Beyond The Economics of Keeping Chickens (part one in this series) is the reality of chickens in the garden. Before starting this venture, I believed gardening and chicken farming went together perfectly: The chickens would eat the slugs and other pests, while providing natural fertilizer for the garden. It turned out our chickens would never eat a slug though, ever. It's the rare chicken that will- they don't seem to like the sticky texture.
|Chickens, not eating slugs.|
This was a hard blow to my synergistic fantasy, but I maintained that the chickens were still providing valuable, nitrogen-rich fertilizer for the garden. Here's what would happen, though: Every time we let the chickens out, they would travel all over the yard, destroying every bit of garden and every tasty plant they could. They leveled my raised beds; they killed an entire bed of asparagus by repeatedly digging it out; they ate the beneficial worms and left the slugs to destroy any remaining tender plants; and literally every day they would kick all the mulch off the beds and onto the paths that I tried to keep clear.
|Hand feeding some fresh greens.|
Some people, with better vision and perhaps better sense than myself, plot their garden beds all together so they can effectively be fenced off from maurading chickens and other garden pests. I, on the other hand, have planted food crops in every section of my yard, making fencing off the garden an impossibility.
Because of this garden destruction problem, for a couple of years we reluctantly kept our hens confined to their ample chicken run. They were still technically "free range" although their quality of life could not have been as high as whey they really got out into the yard every day.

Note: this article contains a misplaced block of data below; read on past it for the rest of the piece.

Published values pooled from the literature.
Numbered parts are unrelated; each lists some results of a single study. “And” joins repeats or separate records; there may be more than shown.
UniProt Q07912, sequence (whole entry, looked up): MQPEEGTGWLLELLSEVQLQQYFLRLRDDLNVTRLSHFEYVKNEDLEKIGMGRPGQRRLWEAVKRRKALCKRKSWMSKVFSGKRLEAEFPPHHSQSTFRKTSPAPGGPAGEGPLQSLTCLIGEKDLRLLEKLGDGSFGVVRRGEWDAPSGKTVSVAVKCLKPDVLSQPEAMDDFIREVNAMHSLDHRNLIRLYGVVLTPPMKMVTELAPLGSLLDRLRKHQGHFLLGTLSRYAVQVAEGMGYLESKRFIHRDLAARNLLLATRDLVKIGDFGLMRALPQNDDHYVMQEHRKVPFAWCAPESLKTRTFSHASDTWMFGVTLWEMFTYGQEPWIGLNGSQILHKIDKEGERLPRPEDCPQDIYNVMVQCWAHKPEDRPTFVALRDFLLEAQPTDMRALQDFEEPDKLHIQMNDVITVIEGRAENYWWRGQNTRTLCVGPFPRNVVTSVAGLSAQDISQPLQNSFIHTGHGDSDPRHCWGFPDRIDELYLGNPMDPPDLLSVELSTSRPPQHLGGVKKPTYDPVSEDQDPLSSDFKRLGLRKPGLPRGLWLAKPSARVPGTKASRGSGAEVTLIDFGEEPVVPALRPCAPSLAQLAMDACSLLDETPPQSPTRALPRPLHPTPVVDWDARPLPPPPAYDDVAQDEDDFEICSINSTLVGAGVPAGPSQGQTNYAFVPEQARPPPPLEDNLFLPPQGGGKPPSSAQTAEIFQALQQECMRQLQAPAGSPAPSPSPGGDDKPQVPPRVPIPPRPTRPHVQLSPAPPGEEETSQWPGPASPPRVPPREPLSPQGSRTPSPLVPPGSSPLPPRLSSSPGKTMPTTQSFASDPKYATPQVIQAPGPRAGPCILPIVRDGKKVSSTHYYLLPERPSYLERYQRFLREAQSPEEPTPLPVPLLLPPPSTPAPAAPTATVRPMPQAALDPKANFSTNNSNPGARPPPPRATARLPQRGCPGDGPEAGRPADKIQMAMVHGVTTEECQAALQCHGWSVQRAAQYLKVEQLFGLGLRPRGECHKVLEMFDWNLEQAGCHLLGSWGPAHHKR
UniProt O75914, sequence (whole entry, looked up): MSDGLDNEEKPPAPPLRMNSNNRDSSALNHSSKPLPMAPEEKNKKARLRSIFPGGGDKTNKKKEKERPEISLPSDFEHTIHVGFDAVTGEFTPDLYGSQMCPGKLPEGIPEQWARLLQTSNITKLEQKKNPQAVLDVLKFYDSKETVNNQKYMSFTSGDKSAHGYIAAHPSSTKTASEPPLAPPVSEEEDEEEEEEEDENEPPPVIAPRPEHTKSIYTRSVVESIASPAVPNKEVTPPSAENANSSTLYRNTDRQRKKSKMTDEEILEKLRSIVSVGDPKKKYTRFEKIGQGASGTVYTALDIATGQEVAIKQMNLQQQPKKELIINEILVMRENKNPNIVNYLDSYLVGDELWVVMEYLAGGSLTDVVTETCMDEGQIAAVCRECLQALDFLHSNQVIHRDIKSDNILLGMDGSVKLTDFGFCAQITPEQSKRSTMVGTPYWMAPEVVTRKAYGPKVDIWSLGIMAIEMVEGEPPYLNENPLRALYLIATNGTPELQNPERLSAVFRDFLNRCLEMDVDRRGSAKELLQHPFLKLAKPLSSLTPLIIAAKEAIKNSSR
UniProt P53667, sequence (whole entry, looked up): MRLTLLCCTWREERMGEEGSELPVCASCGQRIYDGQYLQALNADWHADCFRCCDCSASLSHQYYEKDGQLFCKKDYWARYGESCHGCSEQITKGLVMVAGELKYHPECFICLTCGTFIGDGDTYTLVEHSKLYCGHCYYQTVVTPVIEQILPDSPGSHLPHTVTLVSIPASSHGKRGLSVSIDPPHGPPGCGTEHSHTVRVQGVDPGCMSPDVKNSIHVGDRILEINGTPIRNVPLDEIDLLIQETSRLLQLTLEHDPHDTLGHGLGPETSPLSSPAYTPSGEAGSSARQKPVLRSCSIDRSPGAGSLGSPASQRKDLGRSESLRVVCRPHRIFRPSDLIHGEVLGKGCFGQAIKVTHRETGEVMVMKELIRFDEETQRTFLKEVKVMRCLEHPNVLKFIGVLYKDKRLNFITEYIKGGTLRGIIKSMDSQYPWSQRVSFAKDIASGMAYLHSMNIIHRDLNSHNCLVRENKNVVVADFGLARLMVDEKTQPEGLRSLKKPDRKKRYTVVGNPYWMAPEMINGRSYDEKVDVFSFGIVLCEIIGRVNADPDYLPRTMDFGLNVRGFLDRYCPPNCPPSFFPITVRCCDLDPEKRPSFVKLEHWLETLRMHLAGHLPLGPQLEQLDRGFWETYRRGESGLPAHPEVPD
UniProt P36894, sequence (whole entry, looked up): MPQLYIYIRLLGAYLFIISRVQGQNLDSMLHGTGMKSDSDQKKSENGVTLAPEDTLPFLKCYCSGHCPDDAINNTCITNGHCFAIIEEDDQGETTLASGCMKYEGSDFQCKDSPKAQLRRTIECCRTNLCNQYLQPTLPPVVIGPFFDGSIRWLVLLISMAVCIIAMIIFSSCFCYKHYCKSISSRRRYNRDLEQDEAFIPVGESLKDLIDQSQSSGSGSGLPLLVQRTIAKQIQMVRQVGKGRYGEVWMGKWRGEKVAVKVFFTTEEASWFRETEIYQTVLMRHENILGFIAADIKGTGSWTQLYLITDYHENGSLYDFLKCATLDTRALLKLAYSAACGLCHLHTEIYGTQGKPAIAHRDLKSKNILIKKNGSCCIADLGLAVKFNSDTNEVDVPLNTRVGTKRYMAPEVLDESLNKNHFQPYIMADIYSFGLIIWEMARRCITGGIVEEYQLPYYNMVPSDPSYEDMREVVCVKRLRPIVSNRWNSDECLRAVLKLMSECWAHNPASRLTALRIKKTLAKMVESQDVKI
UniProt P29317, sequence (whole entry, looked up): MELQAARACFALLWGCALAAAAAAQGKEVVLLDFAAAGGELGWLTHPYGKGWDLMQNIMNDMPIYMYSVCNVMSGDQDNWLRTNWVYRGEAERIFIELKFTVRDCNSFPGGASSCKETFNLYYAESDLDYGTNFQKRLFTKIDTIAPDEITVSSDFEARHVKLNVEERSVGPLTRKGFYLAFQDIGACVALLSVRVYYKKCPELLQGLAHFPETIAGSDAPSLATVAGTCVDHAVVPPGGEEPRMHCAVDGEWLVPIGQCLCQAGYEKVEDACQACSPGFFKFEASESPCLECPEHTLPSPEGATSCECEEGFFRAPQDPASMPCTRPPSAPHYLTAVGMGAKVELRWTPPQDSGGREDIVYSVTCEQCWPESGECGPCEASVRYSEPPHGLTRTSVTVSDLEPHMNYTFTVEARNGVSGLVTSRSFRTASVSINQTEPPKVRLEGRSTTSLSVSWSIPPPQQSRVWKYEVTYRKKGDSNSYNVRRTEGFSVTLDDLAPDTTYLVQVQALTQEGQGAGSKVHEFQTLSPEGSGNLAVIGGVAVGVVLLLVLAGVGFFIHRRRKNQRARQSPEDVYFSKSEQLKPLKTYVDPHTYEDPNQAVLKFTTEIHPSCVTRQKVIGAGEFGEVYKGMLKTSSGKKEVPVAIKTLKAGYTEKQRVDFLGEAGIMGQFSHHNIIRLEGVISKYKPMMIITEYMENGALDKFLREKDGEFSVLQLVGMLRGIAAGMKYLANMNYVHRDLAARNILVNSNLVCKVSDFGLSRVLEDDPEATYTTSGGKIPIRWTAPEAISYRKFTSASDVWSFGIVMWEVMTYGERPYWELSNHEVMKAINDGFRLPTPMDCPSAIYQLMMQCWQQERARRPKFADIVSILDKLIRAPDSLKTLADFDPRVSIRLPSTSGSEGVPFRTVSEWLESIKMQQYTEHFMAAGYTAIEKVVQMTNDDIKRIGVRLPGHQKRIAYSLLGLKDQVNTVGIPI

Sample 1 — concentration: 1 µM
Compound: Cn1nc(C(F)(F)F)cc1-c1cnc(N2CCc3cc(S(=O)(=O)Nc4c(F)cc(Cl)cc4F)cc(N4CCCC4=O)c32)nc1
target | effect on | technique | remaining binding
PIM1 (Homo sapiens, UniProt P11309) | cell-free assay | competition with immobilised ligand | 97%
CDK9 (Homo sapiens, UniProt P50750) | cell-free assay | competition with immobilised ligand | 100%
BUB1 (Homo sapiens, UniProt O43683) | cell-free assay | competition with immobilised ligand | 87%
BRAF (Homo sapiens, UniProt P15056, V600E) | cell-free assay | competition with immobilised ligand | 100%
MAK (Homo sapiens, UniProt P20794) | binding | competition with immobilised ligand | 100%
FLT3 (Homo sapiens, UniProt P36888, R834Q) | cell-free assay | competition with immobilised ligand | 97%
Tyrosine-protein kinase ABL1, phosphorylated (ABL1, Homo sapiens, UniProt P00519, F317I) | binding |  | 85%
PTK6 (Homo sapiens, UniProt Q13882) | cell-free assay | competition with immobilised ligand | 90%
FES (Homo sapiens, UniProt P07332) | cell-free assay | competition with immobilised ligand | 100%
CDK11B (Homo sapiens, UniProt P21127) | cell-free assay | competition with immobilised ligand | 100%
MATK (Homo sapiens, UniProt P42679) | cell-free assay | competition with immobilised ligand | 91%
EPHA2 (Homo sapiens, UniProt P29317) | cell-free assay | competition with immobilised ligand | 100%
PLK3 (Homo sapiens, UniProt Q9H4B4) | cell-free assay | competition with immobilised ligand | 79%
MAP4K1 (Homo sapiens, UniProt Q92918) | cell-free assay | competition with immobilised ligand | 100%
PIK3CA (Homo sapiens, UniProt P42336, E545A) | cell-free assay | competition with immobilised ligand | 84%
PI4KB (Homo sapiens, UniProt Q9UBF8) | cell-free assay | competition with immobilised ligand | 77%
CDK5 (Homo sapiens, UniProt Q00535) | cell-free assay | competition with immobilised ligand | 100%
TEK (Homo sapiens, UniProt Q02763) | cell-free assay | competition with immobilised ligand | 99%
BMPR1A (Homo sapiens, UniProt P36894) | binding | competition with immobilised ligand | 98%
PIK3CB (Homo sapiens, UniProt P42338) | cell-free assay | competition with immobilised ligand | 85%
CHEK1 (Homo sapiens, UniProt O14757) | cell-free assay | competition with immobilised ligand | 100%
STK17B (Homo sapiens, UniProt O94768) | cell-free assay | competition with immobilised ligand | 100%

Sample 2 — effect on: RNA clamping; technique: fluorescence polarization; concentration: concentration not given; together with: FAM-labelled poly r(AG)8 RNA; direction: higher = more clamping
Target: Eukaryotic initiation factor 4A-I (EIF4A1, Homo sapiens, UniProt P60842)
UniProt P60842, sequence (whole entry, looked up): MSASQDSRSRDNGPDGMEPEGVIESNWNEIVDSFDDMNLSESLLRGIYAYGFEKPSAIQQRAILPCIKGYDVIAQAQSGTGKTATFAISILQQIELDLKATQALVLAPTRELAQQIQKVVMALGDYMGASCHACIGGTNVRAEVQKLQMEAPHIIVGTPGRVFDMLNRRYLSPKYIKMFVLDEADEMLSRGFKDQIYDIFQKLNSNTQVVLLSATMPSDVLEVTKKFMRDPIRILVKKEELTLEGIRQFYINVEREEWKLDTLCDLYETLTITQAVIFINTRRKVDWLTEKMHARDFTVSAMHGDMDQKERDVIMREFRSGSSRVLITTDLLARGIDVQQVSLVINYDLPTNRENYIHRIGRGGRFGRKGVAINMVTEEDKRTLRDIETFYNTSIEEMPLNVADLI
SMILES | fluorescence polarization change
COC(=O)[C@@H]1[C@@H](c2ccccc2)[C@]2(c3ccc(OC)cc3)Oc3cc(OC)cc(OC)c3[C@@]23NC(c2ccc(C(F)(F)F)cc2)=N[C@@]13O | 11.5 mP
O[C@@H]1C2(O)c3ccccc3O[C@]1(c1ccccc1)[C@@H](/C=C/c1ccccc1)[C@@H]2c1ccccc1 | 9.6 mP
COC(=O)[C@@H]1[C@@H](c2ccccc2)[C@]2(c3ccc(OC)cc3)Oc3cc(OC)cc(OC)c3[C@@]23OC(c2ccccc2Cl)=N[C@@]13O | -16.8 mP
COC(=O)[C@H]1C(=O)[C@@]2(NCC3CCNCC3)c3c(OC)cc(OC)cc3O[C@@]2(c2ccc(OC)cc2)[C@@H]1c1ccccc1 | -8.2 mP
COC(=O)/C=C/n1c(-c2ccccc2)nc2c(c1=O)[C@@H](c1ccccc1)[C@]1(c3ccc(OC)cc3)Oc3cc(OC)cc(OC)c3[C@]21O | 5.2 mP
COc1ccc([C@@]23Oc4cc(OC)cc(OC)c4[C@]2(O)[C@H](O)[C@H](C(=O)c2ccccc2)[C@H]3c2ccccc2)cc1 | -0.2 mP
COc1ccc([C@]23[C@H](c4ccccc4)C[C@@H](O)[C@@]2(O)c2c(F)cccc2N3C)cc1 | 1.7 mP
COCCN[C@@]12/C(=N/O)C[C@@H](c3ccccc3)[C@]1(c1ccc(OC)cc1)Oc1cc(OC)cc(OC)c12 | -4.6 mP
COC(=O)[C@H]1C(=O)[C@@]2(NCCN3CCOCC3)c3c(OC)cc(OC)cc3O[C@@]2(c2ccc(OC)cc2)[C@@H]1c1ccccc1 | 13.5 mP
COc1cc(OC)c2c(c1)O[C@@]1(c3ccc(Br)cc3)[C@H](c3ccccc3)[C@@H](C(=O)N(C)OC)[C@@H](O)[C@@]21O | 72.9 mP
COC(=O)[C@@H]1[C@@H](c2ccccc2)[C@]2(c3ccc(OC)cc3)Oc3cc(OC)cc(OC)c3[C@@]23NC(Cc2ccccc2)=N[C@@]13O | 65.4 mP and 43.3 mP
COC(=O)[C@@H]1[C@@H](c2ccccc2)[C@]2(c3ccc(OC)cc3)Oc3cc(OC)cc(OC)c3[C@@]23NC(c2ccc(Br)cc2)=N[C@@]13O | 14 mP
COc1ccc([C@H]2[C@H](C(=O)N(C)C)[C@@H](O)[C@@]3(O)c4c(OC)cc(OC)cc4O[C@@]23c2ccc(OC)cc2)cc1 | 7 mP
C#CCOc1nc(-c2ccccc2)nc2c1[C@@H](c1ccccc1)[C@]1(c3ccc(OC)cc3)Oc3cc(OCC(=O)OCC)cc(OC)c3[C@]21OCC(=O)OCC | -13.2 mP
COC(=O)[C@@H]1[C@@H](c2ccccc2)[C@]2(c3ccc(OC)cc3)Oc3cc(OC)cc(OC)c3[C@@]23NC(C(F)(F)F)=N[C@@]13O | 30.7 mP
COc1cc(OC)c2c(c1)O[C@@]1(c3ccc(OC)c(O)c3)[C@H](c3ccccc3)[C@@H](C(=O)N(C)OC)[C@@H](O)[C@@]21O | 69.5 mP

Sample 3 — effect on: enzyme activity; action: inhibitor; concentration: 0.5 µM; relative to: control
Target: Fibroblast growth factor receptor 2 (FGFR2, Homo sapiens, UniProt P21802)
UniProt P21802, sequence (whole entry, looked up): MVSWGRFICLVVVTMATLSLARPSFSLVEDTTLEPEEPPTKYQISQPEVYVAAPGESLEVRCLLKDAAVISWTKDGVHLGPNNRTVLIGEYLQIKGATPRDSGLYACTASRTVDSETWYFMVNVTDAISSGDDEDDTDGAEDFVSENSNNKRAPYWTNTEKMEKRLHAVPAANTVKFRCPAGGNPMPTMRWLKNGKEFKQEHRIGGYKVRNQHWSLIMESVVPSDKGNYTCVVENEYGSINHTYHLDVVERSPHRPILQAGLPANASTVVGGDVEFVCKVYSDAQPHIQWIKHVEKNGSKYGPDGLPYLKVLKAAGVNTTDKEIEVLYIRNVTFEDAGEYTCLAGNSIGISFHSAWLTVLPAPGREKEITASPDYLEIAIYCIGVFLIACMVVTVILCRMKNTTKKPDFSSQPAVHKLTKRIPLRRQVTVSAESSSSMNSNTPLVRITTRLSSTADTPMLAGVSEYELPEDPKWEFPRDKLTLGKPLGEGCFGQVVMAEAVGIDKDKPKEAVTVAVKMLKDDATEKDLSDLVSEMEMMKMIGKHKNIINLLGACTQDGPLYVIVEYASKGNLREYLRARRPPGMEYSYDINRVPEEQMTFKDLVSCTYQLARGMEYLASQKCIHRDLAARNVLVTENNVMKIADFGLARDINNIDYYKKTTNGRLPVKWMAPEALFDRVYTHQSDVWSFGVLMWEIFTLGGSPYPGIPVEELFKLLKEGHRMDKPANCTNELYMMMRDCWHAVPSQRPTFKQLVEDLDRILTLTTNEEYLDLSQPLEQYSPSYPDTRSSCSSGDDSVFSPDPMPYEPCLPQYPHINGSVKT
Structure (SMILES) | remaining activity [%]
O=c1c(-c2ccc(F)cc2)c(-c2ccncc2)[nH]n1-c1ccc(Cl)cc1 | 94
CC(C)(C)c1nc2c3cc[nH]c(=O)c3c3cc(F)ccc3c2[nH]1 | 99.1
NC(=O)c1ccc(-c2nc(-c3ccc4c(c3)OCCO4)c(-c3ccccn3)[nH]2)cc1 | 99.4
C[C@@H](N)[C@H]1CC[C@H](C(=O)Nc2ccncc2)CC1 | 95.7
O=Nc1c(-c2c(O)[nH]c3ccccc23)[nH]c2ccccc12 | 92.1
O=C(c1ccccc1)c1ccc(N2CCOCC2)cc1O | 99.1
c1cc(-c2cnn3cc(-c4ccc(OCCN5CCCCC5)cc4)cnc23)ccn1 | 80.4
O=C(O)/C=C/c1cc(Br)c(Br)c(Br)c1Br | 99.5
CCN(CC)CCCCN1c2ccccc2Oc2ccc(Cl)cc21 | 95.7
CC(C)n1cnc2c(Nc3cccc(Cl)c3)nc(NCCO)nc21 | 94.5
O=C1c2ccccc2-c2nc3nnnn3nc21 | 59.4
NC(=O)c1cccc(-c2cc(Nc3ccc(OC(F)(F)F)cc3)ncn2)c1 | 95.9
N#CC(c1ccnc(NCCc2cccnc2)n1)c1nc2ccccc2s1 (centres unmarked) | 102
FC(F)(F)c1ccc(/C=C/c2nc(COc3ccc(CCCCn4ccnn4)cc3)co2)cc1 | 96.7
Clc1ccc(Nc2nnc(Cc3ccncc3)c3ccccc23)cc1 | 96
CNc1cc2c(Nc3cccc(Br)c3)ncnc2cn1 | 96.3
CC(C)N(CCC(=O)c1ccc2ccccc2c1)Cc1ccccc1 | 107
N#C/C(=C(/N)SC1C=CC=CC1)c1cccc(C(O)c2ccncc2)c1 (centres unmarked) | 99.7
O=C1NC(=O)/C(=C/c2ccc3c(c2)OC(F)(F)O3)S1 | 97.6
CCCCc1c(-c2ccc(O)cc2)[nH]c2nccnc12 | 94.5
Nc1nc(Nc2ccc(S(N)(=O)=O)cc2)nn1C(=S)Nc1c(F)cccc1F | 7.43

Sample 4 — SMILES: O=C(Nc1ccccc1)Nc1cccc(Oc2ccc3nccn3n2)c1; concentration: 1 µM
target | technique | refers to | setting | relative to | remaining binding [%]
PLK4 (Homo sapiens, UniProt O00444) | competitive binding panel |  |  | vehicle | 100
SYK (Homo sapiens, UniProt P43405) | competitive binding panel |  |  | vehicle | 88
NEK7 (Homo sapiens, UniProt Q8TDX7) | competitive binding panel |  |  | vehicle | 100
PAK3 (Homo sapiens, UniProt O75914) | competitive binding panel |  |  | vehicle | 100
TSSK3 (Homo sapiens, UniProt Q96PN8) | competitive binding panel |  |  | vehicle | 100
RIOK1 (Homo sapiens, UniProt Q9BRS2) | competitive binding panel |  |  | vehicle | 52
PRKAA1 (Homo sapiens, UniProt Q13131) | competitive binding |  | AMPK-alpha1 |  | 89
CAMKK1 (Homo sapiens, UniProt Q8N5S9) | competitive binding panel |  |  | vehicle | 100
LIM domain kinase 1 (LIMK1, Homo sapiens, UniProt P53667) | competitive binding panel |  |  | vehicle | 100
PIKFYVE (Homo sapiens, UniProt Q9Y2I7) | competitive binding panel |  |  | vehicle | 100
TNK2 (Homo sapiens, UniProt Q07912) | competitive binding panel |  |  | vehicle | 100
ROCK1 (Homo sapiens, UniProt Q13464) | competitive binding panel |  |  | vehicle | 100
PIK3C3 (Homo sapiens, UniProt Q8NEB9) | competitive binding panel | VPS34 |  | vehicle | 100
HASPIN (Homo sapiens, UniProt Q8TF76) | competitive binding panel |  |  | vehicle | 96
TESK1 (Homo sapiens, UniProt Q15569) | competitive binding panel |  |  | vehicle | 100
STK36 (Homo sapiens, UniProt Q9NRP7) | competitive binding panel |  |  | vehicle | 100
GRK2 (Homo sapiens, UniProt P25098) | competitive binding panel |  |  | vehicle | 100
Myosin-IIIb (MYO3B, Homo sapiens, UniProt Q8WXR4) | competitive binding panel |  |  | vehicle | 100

|Our chicken shanty|
This is not healthy for chickens- they need frequent dust baths in dry soil to clean themselves and keep the mites away, and they are more likely to contract other illness or parasites if they're constantly in wet conditions. We did our best to keep them dry, including adding wheelbarrows full of fresh woodchips to the run anytime it needed it, but it's been a constant battle that the mud always seems to be winning.
|We used to spend time in the run with the hens, before it was a mud pit...|
In the dry season (July - September) the run would be the opposite extreme: dry and dusty, and we'd be adding woodchips to try to keep the dust down. Literally everything in the vicinity of the chicken run would get coated in a thick layer of light brown dust... until the rains returned. When I felt bad for the hens, I would let them roam free in the yard, where they would again destroy everything they could.
I do love having chickens, for so many reasons, but this article is about why we've decided not to keep them anymore. Surely we'll be in a place sometime in the future where we can keep chickens again - some place where the yard is big enough to keep a rooster or two for fertilized eggs for a fresh supply of homegrown chicks, and a couple of runs that can be rotated out, allowing the plants and invertebrate life to return to the soil. Or maybe at the next place we live I'll be wise and plan a garden that can be fully fenced off, so the chickens can roam free with minimal damage...
For now, we'll stick with raising rabbits, and focus on growing vegetables in a way that we really haven't been able to do for the last several years, now that our attempts won't be foiled by a pack of ravaging, but well-intentioned, hens.
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Hens And The Garden: A Tragedy
4/ 5Oleh Mellow